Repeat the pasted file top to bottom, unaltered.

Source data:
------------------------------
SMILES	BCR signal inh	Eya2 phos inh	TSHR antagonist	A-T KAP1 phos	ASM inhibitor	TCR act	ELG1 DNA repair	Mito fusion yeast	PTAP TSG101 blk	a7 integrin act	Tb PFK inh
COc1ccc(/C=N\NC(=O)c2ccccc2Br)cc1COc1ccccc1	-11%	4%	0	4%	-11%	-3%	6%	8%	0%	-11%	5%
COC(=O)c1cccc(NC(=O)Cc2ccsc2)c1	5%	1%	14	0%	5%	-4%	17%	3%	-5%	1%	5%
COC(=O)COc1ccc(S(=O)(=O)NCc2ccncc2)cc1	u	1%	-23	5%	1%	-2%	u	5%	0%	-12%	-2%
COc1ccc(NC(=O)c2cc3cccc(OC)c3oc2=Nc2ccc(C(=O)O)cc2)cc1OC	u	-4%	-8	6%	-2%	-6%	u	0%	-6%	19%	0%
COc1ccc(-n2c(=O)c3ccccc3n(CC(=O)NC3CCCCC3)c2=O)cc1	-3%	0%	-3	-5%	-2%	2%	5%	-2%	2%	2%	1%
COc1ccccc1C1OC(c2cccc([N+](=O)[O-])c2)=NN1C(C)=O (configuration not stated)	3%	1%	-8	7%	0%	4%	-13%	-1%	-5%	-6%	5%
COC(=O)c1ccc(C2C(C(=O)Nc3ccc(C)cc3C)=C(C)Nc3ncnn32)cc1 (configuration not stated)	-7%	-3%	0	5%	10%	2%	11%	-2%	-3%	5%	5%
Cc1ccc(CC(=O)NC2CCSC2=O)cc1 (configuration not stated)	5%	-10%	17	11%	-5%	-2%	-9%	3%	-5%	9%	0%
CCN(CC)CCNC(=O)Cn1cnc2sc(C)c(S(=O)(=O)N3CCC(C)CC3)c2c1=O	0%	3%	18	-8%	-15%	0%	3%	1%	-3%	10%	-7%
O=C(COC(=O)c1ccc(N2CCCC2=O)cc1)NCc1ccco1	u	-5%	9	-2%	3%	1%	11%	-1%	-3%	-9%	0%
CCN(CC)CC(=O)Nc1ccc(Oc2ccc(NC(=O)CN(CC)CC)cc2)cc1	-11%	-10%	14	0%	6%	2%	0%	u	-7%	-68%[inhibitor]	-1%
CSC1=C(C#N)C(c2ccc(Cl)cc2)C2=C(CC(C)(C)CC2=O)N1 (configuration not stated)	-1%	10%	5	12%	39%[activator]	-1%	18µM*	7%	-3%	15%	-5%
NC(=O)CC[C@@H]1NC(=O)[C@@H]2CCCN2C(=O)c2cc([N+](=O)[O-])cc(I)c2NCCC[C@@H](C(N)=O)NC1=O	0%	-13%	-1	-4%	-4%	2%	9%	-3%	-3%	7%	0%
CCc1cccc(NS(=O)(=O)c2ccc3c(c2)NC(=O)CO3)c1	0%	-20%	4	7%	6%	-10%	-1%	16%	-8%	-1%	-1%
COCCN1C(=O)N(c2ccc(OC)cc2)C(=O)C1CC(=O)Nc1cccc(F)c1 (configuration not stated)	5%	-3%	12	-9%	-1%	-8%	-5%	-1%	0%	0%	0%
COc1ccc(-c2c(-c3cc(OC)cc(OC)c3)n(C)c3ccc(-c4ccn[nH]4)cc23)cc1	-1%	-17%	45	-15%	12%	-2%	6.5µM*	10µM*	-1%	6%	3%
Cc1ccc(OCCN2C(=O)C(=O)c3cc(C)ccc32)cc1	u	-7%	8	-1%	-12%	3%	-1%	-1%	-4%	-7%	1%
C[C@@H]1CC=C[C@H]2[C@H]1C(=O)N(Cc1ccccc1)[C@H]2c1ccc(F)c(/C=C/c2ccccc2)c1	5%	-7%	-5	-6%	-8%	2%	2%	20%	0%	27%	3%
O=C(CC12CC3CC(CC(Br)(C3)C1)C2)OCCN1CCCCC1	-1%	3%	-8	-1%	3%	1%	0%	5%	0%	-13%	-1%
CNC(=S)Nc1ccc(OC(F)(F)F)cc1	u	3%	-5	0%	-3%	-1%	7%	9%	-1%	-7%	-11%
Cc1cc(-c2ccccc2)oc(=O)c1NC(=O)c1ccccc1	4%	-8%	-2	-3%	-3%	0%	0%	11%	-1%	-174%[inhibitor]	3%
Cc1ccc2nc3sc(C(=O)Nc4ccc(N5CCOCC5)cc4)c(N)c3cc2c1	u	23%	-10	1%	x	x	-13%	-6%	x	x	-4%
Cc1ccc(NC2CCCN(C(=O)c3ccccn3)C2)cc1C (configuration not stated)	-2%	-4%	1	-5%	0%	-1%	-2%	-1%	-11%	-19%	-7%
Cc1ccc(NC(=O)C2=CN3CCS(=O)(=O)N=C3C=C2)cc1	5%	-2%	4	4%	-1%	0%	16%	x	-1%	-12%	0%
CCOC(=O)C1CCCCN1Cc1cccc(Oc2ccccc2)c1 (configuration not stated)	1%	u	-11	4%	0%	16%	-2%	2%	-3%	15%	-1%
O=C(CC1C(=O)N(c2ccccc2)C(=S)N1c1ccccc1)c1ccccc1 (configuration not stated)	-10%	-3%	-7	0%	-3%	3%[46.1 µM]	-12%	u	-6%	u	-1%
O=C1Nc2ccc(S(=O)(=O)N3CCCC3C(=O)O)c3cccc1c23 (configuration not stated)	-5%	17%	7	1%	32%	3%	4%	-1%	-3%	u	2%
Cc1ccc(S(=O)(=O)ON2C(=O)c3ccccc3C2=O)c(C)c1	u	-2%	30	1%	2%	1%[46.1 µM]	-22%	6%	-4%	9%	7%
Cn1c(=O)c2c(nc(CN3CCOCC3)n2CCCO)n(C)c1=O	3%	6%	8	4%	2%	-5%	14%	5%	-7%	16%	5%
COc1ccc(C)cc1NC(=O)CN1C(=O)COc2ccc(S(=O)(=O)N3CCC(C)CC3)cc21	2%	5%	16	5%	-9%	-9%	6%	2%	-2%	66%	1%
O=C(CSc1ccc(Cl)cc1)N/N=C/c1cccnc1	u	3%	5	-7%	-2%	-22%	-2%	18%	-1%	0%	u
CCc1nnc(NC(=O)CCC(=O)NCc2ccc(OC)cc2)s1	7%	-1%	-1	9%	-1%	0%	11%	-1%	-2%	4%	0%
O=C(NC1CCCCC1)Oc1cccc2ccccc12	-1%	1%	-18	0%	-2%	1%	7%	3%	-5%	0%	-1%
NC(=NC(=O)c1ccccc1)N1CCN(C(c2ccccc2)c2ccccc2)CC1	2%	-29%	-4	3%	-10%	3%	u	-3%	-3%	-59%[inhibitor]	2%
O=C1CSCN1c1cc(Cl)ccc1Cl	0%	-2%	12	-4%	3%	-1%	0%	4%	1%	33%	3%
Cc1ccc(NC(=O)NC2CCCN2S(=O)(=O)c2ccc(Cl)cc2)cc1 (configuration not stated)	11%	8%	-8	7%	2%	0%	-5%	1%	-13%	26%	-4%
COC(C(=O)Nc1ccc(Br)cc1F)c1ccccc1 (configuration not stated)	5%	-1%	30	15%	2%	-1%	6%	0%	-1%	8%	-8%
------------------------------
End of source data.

SMILES	BCR signal inh	Eya2 phos inh	TSHR antagonist	A-T KAP1 phos	ASM inhibitor	TCR act	ELG1 DNA repair	Mito fusion yeast	PTAP TSG101 blk	a7 integrin act	Tb PFK inh
COc1ccc(/C=N\NC(=O)c2ccccc2Br)cc1COc1ccccc1	-11%	4%	0	4%	-11%	-3%	6%	8%	0%	-11%	5%
COC(=O)c1cccc(NC(=O)Cc2ccsc2)c1	5%	1%	14	0%	5%	-4%	17%	3%	-5%	1%	5%
COC(=O)COc1ccc(S(=O)(=O)NCc2ccncc2)cc1	u	1%	-23	5%	1%	-2%	u	5%	0%	-12%	-2%
COc1ccc(NC(=O)c2cc3cccc(OC)c3oc2=Nc2ccc(C(=O)O)cc2)cc1OC	u	-4%	-8	6%	-2%	-6%	u	0%	-6%	19%	0%
COc1ccc(-n2c(=O)c3ccccc3n(CC(=O)NC3CCCCC3)c2=O)cc1	-3%	0%	-3	-5%	-2%	2%	5%	-2%	2%	2%	1%
COc1ccccc1C1OC(c2cccc([N+](=O)[O-])c2)=NN1C(C)=O (configuration not stated)	3%	1%	-8	7%	0%	4%	-13%	-1%	-5%	-6%	5%
COC(=O)c1ccc(C2C(C(=O)Nc3ccc(C)cc3C)=C(C)Nc3ncnn32)cc1 (configuration not stated)	-7%	-3%	0	5%	10%	2%	11%	-2%	-3%	5%	5%
Cc1ccc(CC(=O)NC2CCSC2=O)cc1 (configuration not stated)	5%	-10%	17	11%	-5%	-2%	-9%	3%	-5%	9%	0%
CCN(CC)CCNC(=O)Cn1cnc2sc(C)c(S(=O)(=O)N3CCC(C)CC3)c2c1=O	0%	3%	18	-8%	-15%	0%	3%	1%	-3%	10%	-7%
O=C(COC(=O)c1ccc(N2CCCC2=O)cc1)NCc1ccco1	u	-5%	9	-2%	3%	1%	11%	-1%	-3%	-9%	0%
CCN(CC)CC(=O)Nc1ccc(Oc2ccc(NC(=O)CN(CC)CC)cc2)cc1	-11%	-10%	14	0%	6%	2%	0%	u	-7%	-68%[inhibitor]	-1%
CSC1=C(C#N)C(c2ccc(Cl)cc2)C2=C(CC(C)(C)CC2=O)N1 (configuration not stated)	-1%	10%	5	12%	39%[activator]	-1%	18µM*	7%	-3%	15%	-5%
NC(=O)CC[C@@H]1NC(=O)[C@@H]2CCCN2C(=O)c2cc([N+](=O)[O-])cc(I)c2NCCC[C@@H](C(N)=O)NC1=O	0%	-13%	-1	-4%	-4%	2%	9%	-3%	-3%	7%	0%
CCc1cccc(NS(=O)(=O)c2ccc3c(c2)NC(=O)CO3)c1	0%	-20%	4	7%	6%	-10%	-1%	16%	-8%	-1%	-1%
COCCN1C(=O)N(c2ccc(OC)cc2)C(=O)C1CC(=O)Nc1cccc(F)c1 (configuration not stated)	5%	-3%	12	-9%	-1%	-8%	-5%	-1%	0%	0%	0%
COc1ccc(-c2c(-c3cc(OC)cc(OC)c3)n(C)c3ccc(-c4ccn[nH]4)cc23)cc1	-1%	-17%	45	-15%	12%	-2%	6.5µM*	10µM*	-1%	6%	3%
Cc1ccc(OCCN2C(=O)C(=O)c3cc(C)ccc32)cc1	u	-7%	8	-1%	-12%	3%	-1%	-1%	-4%	-7%	1%
C[C@@H]1CC=C[C@H]2[C@H]1C(=O)N(Cc1ccccc1)[C@H]2c1ccc(F)c(/C=C/c2ccccc2)c1	5%	-7%	-5	-6%	-8%	2%	2%	20%	0%	27%	3%
O=C(CC12CC3CC(CC(Br)(C3)C1)C2)OCCN1CCCCC1	-1%	3%	-8	-1%	3%	1%	0%	5%	0%	-13%	-1%
CNC(=S)Nc1ccc(OC(F)(F)F)cc1	u	3%	-5	0%	-3%	-1%	7%	9%	-1%	-7%	-11%
Cc1cc(-c2ccccc2)oc(=O)c1NC(=O)c1ccccc1	4%	-8%	-2	-3%	-3%	0%	0%	11%	-1%	-174%[inhibitor]	3%
Cc1ccc2nc3sc(C(=O)Nc4ccc(N5CCOCC5)cc4)c(N)c3cc2c1	u	23%	-10	1%	x	x	-13%	-6%	x	x	-4%
Cc1ccc(NC2CCCN(C(=O)c3ccccn3)C2)cc1C (configuration not stated)	-2%	-4%	1	-5%	0%	-1%	-2%	-1%	-11%	-19%	-7%
Cc1ccc(NC(=O)C2=CN3CCS(=O)(=O)N=C3C=C2)cc1	5%	-2%	4	4%	-1%	0%	16%	x	-1%	-12%	0%
CCOC(=O)C1CCCCN1Cc1cccc(Oc2ccccc2)c1 (configuration not stated)	1%	u	-11	4%	0%	16%	-2%	2%	-3%	15%	-1%
O=C(CC1C(=O)N(c2ccccc2)C(=S)N1c1ccccc1)c1ccccc1 (configuration not stated)	-10%	-3%	-7	0%	-3%	3%[46.1 µM]	-12%	u	-6%	u	-1%
O=C1Nc2ccc(S(=O)(=O)N3CCCC3C(=O)O)c3cccc1c23 (configuration not stated)	-5%	17%	7	1%	32%	3%	4%	-1%	-3%	u	2%
Cc1ccc(S(=O)(=O)ON2C(=O)c3ccccc3C2=O)c(C)c1	u	-2%	30	1%	2%	1%[46.1 µM]	-22%	6%	-4%	9%	7%
Cn1c(=O)c2c(nc(CN3CCOCC3)n2CCCO)n(C)c1=O	3%	6%	8	4%	2%	-5%	14%	5%	-7%	16%	5%
COc1ccc(C)cc1NC(=O)CN1C(=O)COc2ccc(S(=O)(=O)N3CCC(C)CC3)cc21	2%	5%	16	5%	-9%	-9%	6%	2%	-2%	66%	1%
O=C(CSc1ccc(Cl)cc1)N/N=C/c1cccnc1	u	3%	5	-7%	-2%	-22%	-2%	18%	-1%	0%	u
CCc1nnc(NC(=O)CCC(=O)NCc2ccc(OC)cc2)s1	7%	-1%	-1	9%	-1%	0%	11%	-1%	-2%	4%	0%
O=C(NC1CCCCC1)Oc1cccc2ccccc12	-1%	1%	-18	0%	-2%	1%	7%	3%	-5%	0%	-1%
NC(=NC(=O)c1ccccc1)N1CCN(C(c2ccccc2)c2ccccc2)CC1	2%	-29%	-4	3%	-10%	3%	u	-3%	-3%	-59%[inhibitor]	2%
O=C1CSCN1c1cc(Cl)ccc1Cl	0%	-2%	12	-4%	3%	-1%	0%	4%	1%	33%	3%
Cc1ccc(NC(=O)NC2CCCN2S(=O)(=O)c2ccc(Cl)cc2)cc1 (configuration not stated)	11%	8%	-8	7%	2%	0%	-5%	1%	-13%	26%	-4%
COC(C(=O)Nc1ccc(Br)cc1F)c1ccccc1 (configuration not stated)	5%	-1%	30	15%	2%	-1%	6%	0%	-1%	8%	-8%